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Article
November 6, 1972

Postprandial Drowsiness

Author Affiliations

University of California Los Angeles

JAMA. 1972;222(6):703. doi:10.1001/jama.1972.03210060053019
Abstract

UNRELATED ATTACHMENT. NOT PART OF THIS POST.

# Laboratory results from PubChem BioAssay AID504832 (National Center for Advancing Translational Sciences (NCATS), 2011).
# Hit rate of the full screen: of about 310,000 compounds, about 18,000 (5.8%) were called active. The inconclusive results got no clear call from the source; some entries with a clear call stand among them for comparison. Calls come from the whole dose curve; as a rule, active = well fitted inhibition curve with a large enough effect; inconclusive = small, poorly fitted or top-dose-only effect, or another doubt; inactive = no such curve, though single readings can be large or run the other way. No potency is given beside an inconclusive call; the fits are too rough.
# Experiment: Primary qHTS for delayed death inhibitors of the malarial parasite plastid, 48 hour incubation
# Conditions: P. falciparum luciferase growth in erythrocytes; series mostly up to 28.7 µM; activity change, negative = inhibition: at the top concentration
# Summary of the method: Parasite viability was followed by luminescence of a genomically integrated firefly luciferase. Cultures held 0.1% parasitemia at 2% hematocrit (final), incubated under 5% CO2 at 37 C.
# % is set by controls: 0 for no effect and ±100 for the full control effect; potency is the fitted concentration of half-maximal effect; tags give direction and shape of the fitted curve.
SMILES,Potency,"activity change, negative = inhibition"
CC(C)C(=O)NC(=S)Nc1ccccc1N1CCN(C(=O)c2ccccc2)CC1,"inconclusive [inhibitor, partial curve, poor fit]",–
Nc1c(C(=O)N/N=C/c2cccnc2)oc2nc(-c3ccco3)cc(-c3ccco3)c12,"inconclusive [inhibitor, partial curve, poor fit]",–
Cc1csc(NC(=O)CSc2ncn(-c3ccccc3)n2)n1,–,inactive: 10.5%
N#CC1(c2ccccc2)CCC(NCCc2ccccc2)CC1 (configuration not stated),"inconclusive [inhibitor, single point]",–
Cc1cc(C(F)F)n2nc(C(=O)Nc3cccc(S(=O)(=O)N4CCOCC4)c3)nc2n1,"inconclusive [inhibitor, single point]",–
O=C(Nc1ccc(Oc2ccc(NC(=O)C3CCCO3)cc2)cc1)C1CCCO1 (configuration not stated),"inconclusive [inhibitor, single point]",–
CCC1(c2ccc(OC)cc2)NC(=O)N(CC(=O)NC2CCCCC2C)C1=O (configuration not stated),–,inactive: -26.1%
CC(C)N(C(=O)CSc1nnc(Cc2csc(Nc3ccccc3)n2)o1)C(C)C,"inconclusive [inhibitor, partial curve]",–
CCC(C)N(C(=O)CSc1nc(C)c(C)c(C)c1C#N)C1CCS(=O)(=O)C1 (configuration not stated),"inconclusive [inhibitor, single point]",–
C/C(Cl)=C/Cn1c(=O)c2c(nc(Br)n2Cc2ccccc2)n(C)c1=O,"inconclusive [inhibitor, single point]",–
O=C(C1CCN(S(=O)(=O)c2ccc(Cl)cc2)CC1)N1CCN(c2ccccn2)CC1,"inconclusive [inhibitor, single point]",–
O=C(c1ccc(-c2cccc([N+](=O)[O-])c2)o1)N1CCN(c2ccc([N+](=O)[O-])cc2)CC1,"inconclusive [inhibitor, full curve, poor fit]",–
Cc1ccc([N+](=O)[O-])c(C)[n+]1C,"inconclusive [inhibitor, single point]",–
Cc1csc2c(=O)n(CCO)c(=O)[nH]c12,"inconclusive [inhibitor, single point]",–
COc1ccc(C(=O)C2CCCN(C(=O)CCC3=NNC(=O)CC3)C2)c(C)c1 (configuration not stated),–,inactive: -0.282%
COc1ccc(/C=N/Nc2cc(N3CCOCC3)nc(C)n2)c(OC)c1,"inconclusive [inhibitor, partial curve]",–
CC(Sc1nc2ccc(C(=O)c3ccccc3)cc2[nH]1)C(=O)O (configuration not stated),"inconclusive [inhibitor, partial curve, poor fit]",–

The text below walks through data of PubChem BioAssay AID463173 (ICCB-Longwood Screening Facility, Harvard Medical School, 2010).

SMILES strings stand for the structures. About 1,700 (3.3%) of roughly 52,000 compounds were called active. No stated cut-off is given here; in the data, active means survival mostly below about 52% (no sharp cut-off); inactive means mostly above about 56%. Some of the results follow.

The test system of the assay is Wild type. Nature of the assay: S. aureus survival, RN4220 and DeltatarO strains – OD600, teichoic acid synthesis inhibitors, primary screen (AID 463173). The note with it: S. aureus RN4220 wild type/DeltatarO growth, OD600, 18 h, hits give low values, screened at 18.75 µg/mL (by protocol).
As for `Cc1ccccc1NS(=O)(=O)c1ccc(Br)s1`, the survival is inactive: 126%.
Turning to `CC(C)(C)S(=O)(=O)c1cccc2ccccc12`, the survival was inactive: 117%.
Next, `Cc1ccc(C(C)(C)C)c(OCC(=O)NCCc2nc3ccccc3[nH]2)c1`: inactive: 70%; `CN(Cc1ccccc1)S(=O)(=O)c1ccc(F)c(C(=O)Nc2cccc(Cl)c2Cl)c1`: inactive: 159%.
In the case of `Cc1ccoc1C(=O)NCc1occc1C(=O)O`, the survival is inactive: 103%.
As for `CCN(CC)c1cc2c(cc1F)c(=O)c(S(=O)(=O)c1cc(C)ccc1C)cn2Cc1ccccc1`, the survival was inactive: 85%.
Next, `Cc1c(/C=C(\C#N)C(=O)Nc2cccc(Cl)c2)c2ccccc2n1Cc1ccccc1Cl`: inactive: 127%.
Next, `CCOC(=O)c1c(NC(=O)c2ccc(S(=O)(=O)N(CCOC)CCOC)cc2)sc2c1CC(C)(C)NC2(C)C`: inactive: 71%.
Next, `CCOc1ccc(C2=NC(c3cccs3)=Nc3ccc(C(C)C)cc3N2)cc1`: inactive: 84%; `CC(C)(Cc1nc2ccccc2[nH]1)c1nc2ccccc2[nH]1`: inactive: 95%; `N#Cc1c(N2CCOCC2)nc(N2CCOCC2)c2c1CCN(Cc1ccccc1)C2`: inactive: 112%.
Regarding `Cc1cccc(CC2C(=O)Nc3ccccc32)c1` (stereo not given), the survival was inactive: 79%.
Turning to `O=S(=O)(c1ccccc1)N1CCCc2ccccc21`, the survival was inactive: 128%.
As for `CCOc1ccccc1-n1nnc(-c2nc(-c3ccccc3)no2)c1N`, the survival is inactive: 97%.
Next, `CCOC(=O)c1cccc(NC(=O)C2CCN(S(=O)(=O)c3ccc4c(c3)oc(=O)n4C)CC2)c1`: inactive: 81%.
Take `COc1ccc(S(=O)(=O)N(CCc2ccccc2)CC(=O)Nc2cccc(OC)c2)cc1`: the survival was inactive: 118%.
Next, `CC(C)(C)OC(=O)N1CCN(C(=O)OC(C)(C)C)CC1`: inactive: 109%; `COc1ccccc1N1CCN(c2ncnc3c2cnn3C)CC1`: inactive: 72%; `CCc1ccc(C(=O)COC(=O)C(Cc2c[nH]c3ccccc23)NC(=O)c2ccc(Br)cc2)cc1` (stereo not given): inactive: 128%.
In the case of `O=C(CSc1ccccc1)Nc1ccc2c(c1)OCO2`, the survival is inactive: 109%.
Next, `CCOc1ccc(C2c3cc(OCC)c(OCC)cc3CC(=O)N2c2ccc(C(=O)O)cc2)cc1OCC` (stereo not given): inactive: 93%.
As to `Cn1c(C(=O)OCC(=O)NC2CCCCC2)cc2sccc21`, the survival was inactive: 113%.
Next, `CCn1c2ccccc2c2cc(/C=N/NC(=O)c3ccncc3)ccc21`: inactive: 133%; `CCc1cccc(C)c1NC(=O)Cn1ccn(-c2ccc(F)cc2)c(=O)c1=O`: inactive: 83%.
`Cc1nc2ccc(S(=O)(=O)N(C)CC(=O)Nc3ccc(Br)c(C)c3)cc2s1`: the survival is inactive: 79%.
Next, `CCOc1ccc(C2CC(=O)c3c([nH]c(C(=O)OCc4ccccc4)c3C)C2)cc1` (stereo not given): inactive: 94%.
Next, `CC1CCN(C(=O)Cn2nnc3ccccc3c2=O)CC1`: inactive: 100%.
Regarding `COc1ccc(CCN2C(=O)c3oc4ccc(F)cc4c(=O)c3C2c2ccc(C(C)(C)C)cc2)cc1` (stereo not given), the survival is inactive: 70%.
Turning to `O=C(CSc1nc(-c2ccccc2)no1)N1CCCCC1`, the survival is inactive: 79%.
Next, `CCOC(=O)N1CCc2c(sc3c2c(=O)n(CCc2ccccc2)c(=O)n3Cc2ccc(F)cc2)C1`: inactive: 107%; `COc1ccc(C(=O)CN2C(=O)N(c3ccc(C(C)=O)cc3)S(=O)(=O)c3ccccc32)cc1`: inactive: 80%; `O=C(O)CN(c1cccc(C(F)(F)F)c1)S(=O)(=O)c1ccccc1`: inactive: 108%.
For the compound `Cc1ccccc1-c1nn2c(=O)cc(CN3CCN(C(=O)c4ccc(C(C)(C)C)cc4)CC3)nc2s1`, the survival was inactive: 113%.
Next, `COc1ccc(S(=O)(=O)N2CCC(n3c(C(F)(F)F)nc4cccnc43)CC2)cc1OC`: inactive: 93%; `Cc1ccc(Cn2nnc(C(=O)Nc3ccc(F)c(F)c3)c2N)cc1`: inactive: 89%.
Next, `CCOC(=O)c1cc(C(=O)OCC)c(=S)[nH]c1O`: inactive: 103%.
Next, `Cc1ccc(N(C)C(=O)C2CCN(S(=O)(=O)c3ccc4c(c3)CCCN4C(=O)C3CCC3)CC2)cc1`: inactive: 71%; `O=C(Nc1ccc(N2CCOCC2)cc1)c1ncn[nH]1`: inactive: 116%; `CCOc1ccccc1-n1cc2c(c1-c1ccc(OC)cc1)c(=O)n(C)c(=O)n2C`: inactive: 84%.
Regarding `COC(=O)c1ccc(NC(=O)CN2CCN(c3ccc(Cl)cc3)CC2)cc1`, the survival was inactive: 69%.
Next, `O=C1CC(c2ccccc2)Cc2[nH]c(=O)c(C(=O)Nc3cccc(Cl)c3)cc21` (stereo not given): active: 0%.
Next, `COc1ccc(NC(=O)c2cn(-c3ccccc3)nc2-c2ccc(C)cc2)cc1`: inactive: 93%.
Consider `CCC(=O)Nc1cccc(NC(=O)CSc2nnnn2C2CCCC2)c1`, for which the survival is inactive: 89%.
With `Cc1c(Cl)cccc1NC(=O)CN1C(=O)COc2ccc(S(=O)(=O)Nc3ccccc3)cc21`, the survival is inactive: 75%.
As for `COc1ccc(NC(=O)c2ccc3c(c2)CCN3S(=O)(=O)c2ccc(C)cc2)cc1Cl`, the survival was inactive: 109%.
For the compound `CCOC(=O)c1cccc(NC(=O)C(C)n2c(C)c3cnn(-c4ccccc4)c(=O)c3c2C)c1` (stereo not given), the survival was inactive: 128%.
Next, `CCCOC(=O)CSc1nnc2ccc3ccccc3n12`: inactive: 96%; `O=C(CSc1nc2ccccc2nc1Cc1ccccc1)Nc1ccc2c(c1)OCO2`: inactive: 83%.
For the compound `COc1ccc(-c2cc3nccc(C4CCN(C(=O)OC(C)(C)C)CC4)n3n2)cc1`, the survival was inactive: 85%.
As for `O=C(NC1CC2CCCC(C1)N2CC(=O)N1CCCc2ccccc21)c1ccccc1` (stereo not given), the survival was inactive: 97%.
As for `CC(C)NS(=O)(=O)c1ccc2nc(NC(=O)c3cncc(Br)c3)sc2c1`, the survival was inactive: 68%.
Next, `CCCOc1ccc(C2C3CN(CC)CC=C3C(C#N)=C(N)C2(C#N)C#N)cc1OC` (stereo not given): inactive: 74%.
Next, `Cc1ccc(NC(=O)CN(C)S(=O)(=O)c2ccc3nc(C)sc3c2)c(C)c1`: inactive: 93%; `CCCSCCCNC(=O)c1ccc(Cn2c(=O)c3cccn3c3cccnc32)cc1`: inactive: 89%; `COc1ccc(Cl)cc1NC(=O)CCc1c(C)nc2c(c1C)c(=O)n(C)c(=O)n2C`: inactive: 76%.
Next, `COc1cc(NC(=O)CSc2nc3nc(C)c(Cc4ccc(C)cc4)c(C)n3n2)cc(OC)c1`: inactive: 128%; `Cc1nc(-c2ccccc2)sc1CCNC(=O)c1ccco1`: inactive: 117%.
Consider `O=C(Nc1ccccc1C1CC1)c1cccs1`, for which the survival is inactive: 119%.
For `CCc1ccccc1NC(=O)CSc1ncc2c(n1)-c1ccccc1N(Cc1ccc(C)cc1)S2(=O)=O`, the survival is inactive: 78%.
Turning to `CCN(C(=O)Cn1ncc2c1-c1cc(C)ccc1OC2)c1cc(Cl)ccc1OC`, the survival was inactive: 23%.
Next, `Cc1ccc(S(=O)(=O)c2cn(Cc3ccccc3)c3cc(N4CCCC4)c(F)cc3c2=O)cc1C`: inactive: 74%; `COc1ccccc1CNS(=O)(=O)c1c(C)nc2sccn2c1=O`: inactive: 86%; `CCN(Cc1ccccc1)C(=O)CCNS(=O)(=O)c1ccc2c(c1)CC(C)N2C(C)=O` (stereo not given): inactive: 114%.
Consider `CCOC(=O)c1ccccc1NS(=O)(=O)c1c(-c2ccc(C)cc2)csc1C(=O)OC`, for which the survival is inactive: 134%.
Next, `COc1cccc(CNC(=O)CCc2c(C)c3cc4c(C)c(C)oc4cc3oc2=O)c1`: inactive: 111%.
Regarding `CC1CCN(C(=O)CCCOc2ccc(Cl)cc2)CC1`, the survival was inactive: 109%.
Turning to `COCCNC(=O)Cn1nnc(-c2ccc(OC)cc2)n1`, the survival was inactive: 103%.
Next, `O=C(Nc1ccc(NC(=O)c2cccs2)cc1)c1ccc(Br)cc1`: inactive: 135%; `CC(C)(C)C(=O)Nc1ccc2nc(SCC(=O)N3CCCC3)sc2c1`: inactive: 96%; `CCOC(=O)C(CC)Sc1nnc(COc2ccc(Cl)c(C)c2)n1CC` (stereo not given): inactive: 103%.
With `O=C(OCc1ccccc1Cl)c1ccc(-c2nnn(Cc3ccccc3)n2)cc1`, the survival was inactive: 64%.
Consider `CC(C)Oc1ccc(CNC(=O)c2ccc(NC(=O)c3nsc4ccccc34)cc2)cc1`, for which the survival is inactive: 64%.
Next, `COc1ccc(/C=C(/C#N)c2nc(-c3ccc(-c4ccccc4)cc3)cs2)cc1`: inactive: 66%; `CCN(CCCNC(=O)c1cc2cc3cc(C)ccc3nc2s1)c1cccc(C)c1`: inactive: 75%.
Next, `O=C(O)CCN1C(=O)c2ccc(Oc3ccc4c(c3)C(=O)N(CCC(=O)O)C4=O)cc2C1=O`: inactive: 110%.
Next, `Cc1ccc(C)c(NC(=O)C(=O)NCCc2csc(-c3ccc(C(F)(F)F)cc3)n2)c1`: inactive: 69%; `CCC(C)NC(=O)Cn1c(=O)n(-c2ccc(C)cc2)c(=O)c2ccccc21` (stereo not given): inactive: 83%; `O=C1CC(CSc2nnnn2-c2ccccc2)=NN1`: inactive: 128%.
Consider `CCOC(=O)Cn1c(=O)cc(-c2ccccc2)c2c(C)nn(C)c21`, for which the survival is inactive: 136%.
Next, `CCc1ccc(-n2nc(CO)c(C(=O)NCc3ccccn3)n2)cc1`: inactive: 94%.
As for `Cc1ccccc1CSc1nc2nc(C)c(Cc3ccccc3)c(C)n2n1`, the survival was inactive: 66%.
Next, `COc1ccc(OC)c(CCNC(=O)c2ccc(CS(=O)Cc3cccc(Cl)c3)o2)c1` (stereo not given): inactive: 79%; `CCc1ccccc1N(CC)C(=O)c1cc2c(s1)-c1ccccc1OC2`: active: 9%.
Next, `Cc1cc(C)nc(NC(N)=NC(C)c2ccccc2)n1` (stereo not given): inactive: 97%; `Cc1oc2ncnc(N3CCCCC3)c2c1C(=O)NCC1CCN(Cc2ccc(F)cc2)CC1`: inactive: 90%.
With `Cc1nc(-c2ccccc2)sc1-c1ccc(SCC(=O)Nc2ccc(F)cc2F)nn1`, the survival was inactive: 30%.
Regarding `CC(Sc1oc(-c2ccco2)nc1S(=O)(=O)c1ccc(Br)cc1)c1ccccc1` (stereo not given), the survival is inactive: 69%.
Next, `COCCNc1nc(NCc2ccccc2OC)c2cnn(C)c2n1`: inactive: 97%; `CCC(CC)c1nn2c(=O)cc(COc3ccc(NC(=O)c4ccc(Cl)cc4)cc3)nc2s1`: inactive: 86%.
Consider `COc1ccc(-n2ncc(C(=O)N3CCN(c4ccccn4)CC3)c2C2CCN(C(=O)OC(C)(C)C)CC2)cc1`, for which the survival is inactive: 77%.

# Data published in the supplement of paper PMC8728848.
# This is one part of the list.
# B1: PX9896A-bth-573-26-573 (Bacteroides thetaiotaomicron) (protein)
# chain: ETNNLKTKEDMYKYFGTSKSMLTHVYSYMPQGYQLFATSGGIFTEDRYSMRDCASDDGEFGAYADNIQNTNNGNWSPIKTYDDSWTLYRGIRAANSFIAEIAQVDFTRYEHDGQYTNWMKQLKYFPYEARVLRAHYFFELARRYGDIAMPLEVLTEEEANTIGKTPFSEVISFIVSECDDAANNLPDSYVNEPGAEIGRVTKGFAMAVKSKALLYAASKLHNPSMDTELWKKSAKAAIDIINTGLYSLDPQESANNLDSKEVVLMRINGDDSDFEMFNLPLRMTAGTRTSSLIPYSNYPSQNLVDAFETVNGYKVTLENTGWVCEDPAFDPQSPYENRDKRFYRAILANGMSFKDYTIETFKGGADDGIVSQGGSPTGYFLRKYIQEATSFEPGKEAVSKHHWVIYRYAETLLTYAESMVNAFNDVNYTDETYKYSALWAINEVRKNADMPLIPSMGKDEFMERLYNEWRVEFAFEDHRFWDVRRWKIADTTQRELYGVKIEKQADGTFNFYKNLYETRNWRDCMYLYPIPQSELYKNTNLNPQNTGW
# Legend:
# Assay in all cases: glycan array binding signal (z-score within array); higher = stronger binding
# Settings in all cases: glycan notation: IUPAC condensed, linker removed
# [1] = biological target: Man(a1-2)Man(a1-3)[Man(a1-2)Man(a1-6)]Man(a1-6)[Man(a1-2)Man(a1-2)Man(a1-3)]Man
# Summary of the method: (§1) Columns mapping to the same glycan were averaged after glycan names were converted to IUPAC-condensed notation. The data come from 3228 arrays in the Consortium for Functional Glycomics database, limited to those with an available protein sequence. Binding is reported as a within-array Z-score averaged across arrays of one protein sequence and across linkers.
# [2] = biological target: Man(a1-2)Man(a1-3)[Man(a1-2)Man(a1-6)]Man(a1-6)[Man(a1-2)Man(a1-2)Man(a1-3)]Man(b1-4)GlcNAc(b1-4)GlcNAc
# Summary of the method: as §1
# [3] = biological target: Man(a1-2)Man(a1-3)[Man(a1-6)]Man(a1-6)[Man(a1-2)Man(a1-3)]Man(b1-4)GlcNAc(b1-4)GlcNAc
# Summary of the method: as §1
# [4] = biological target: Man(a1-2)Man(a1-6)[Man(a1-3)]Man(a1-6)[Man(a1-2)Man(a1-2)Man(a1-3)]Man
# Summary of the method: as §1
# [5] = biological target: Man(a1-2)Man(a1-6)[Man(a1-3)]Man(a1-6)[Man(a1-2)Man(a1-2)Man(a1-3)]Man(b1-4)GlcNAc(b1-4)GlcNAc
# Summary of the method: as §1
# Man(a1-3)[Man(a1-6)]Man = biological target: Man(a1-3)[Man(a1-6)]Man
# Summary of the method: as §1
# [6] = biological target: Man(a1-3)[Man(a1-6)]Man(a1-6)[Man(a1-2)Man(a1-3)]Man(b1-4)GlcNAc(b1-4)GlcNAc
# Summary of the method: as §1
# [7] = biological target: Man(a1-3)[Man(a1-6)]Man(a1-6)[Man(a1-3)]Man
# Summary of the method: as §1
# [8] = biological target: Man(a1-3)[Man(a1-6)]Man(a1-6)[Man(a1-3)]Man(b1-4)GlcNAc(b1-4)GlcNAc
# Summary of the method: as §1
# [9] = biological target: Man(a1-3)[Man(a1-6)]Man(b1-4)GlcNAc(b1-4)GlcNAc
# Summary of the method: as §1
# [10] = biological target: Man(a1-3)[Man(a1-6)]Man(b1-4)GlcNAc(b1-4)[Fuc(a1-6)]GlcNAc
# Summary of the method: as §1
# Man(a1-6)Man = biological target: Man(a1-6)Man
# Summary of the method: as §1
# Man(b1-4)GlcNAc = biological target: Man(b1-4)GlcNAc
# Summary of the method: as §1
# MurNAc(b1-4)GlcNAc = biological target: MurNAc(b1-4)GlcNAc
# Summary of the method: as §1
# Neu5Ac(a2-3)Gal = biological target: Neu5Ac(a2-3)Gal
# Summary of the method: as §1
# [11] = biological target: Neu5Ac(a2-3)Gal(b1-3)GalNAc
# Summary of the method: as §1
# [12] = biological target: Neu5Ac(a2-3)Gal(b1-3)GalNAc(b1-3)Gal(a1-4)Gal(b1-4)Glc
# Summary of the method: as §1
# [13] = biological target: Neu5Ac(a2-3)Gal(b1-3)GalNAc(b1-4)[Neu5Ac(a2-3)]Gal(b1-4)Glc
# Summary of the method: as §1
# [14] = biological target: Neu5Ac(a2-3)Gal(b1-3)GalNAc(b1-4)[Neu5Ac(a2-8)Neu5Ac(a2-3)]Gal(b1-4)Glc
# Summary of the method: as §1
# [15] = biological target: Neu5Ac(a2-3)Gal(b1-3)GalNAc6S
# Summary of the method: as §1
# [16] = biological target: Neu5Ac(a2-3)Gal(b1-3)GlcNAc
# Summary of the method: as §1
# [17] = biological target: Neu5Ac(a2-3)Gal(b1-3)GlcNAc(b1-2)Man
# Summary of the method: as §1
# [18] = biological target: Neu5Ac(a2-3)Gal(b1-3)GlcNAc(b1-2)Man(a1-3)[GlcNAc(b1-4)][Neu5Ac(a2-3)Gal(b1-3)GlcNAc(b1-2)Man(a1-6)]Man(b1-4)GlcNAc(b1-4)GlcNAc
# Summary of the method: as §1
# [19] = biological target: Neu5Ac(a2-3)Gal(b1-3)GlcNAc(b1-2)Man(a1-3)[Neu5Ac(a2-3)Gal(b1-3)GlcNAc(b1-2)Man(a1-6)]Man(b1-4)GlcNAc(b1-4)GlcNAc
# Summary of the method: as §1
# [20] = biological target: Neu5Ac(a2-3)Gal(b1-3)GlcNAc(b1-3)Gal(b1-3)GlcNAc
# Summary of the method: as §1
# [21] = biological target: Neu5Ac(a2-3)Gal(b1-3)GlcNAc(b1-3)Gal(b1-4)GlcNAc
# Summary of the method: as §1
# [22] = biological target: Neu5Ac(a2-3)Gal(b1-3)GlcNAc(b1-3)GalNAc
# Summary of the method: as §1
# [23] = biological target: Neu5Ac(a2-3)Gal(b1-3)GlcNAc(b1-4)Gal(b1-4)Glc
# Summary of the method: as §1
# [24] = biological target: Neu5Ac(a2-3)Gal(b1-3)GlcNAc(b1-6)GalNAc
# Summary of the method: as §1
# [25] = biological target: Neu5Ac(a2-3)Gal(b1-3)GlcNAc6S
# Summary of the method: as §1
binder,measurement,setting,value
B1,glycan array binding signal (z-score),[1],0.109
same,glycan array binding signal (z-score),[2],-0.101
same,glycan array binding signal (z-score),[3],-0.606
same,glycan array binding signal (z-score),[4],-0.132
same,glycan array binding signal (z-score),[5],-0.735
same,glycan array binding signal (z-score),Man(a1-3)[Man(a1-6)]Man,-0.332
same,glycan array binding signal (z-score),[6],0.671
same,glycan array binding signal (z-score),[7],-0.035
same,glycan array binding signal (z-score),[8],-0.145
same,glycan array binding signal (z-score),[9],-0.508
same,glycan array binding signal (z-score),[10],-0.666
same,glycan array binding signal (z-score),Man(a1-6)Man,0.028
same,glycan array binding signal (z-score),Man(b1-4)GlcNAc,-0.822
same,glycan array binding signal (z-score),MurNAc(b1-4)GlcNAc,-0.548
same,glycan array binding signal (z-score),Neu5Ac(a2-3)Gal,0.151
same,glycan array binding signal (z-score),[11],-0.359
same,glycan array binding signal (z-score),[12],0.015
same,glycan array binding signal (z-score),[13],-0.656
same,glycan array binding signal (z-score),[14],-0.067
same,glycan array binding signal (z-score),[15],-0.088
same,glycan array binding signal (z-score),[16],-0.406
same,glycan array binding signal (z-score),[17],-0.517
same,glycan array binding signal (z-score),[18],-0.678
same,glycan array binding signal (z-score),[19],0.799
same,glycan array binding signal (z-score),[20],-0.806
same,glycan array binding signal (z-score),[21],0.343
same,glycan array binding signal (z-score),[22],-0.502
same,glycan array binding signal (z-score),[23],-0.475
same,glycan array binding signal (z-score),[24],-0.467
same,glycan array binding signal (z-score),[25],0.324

To the Editor.—  The problem of the postprandial drowsiness outlined by Dr. Kleitman (219:1485, 1972) prompted successive letters by Drs. Hauri (220:1135, 1972) and Regenstein (221:601, 1972). I would like now. to introduce another factor for consideration: the possible role of the intestinal hormones.1The presence of food in the gut releases intestinal hormones: cholecystokinin (CCK) and secretin.2 Our observations3 indicated that during the period of release, the incidence of sleep (in the cat) was significantly increased. Also, the intraduodenal instillation of small amounts of releasing agents, eg, corn oil, was followed, after a variable latency, by sleep with rapid eye movement (REM) periods of earlier onset and longer duration than average. Moreover, the intravenous infusion of the intestinal hormones, especially cholecystokinin, was associated, during the one-hour infusion, with long-lasting episodes of deep and REM sleep. This effect of the hormones varied depending on the time of

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